Deutsche Telekom will use low-band spectrum to boost rural 5G

Deutsche Telekom (DT) is enhancing its 5G coverage in rural Germany by deploying standalone 5G (SA) on its low-band 700MHz spectrum. DT said that the company has already switched on its SA network over 700MHz and customers should see better speed and improved indoor coverage.

The operator is using 10 megahertz of spectrum in the 700 MHz band exclusively for 5G. It deployed more than 3,000 antennas at 1,100 locations and all are using 700MHz frequency band. The company noted that when 5G is deployed in the 700MHz band, the signal can reach a radius of three to six miles, depending upon the geography. This means that 5G will be available in areas that previously didn’t have a signal.

DT has already deployed SA in its 2.1GHz and 3.6GHz spectrum and has more than 67,000 5G antennas in use across its network. In its mid-band spectrum (3.6GHz), DT said it has coverage in more than 400 cities and towns. Overall, DT says it provides 5G coverage to more than 92% of Germany’s population.

The company said that devices are already in use that are compatible with the 700MHz spectrum band, including the Samsung Galaxy S22 series as well as smartphones from Xiaomi, Oppo and the Fairphone 4.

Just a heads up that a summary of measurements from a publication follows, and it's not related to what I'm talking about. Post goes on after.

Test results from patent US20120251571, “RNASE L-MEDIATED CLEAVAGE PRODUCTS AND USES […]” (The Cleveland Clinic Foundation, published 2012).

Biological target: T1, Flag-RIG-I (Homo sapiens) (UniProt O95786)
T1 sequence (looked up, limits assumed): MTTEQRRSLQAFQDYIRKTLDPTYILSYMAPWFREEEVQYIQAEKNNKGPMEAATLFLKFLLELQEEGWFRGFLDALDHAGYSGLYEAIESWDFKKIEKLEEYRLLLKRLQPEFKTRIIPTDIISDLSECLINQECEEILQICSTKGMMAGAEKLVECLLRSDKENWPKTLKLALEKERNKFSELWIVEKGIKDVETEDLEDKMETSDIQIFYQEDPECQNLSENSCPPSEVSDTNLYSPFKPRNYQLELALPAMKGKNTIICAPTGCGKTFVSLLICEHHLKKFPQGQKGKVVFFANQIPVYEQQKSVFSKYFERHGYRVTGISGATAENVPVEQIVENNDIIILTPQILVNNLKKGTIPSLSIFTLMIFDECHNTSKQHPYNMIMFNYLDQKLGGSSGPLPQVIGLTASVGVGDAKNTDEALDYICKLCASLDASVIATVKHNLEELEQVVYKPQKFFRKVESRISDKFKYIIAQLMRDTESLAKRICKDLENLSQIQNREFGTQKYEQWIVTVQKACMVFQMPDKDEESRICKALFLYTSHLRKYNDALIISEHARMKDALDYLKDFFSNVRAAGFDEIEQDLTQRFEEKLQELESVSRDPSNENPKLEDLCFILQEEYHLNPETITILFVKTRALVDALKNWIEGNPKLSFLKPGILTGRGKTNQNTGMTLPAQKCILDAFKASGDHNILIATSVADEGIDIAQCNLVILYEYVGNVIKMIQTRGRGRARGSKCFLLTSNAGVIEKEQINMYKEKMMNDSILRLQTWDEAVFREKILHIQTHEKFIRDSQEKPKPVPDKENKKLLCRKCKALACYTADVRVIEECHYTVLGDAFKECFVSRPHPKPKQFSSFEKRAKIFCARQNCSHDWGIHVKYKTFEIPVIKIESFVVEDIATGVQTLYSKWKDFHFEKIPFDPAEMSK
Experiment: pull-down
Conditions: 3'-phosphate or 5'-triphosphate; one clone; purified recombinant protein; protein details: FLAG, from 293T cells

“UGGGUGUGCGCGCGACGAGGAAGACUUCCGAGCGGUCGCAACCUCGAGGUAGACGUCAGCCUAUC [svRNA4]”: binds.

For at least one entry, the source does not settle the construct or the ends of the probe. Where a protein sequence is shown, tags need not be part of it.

DT was awarded the 700MHz spectrum during an auction in 2015. The spectrum had to be cleared for use by the end of June 2020.

Other countries are using 700MHz spectrum for low-band 5G. Spanish telco Telefonica started activating 5G using its 700MHz spectrum in February and plans to reach 1,400 cities and towns in Spain with 700MHz 5G by year-end. Likewise, Vodafone Spain started deploying 5G in the 700MHz band earlier this year.

In the U.S., T-Mobile, which is partially owned by DT, uses primarily 600MHz spectrum for its low-band 5G network but it is rapidly deploying 5G in its 2.5GHz spectrum. T-Mobile has said it will cover about 260 million people with mid-band 5G at year-end, up from 225 million today.